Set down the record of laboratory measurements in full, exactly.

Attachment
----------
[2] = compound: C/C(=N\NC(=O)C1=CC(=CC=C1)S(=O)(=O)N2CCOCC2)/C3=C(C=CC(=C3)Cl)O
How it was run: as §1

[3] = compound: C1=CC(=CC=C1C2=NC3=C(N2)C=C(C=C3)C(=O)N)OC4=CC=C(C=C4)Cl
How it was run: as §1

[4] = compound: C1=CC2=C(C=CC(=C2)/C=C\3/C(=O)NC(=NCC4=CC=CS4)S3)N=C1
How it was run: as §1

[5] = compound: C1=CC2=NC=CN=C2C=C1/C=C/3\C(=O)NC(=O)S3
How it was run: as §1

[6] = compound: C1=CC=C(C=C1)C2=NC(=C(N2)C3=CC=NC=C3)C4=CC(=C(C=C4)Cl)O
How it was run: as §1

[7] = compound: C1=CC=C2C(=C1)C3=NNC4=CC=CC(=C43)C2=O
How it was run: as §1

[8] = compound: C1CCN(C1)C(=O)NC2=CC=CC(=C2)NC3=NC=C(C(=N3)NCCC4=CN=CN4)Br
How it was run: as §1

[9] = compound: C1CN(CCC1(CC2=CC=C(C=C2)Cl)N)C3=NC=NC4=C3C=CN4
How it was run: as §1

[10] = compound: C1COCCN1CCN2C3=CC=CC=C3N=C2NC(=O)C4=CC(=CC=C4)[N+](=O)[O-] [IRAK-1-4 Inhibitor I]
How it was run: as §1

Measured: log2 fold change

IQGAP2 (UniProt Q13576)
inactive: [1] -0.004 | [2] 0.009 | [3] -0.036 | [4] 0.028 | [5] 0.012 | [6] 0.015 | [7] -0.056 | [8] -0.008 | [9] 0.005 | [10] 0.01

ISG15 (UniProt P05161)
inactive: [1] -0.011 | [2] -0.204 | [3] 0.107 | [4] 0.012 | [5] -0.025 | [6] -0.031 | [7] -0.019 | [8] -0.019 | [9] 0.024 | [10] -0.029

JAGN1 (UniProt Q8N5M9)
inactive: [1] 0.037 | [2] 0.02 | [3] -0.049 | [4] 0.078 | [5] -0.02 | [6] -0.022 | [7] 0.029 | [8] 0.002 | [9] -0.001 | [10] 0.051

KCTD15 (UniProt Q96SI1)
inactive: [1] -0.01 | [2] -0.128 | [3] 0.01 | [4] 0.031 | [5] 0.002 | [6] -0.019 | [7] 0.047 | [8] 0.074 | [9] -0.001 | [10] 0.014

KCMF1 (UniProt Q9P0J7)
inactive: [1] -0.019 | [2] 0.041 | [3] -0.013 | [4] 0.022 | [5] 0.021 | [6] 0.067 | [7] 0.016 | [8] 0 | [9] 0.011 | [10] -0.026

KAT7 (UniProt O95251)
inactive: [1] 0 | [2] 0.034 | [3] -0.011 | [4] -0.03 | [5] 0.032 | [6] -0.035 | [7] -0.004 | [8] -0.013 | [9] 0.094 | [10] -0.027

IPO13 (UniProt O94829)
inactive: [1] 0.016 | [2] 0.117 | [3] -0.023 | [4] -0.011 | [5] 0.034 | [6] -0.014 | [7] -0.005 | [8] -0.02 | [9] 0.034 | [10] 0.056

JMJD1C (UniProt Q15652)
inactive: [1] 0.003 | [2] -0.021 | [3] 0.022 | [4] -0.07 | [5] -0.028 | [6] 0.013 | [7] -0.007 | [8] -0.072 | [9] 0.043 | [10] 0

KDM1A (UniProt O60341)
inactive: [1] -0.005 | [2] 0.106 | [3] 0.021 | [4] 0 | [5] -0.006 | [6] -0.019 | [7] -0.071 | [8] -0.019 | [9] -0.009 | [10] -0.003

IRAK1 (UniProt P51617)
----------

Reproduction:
[2] = compound: C/C(=N\NC(=O)C1=CC(=CC=C1)S(=O)(=O)N2CCOCC2)/C3=C(C=CC(=C3)Cl)O
How it was run: as §1

[3] = compound: C1=CC(=CC=C1C2=NC3=C(N2)C=C(C=C3)C(=O)N)OC4=CC=C(C=C4)Cl
How it was run: as §1

[4] = compound: C1=CC2=C(C=CC(=C2)/C=C\3/C(=O)NC(=NCC4=CC=CS4)S3)N=C1
How it was run: as §1

[5] = compound: C1=CC2=NC=CN=C2C=C1/C=C/3\C(=O)NC(=O)S3
How it was run: as §1

[6] = compound: C1=CC=C(C=C1)C2=NC(=C(N2)C3=CC=NC=C3)C4=CC(=C(C=C4)Cl)O
How it was run: as §1

[7] = compound: C1=CC=C2C(=C1)C3=NNC4=CC=CC(=C43)C2=O
How it was run: as §1

[8] = compound: C1CCN(C1)C(=O)NC2=CC=CC(=C2)NC3=NC=C(C(=N3)NCCC4=CN=CN4)Br
How it was run: as §1

[9] = compound: C1CN(CCC1(CC2=CC=C(C=C2)Cl)N)C3=NC=NC4=C3C=CN4
How it was run: as §1

[10] = compound: C1COCCN1CCN2C3=CC=CC=C3N=C2NC(=O)C4=CC(=CC=C4)[N+](=O)[O-] [IRAK-1-4 Inhibitor I]
How it was run: as §1

Measured: log2 fold change

IQGAP2 (UniProt Q13576)
inactive: [1] -0.004 | [2] 0.009 | [3] -0.036 | [4] 0.028 | [5] 0.012 | [6] 0.015 | [7] -0.056 | [8] -0.008 | [9] 0.005 | [10] 0.01

ISG15 (UniProt P05161)
inactive: [1] -0.011 | [2] -0.204 | [3] 0.107 | [4] 0.012 | [5] -0.025 | [6] -0.031 | [7] -0.019 | [8] -0.019 | [9] 0.024 | [10] -0.029

JAGN1 (UniProt Q8N5M9)
inactive: [1] 0.037 | [2] 0.02 | [3] -0.049 | [4] 0.078 | [5] -0.02 | [6] -0.022 | [7] 0.029 | [8] 0.002 | [9] -0.001 | [10] 0.051

KCTD15 (UniProt Q96SI1)
inactive: [1] -0.01 | [2] -0.128 | [3] 0.01 | [4] 0.031 | [5] 0.002 | [6] -0.019 | [7] 0.047 | [8] 0.074 | [9] -0.001 | [10] 0.014

KCMF1 (UniProt Q9P0J7)
inactive: [1] -0.019 | [2] 0.041 | [3] -0.013 | [4] 0.022 | [5] 0.021 | [6] 0.067 | [7] 0.016 | [8] 0 | [9] 0.011 | [10] -0.026

KAT7 (UniProt O95251)
inactive: [1] 0 | [2] 0.034 | [3] -0.011 | [4] -0.03 | [5] 0.032 | [6] -0.035 | [7] -0.004 | [8] -0.013 | [9] 0.094 | [10] -0.027

IPO13 (UniProt O94829)
inactive: [1] 0.016 | [2] 0.117 | [3] -0.023 | [4] -0.011 | [5] 0.034 | [6] -0.014 | [7] -0.005 | [8] -0.02 | [9] 0.034 | [10] 0.056

JMJD1C (UniProt Q15652)
inactive: [1] 0.003 | [2] -0.021 | [3] 0.022 | [4] -0.07 | [5] -0.028 | [6] 0.013 | [7] -0.007 | [8] -0.072 | [9] 0.043 | [10] 0

KDM1A (UniProt O60341)
inactive: [1] -0.005 | [2] 0.106 | [3] 0.021 | [4] 0 | [5] -0.006 | [6] -0.019 | [7] -0.071 | [8] -0.019 | [9] -0.009 | [10] -0.003

IRAK1 (UniProt P51617)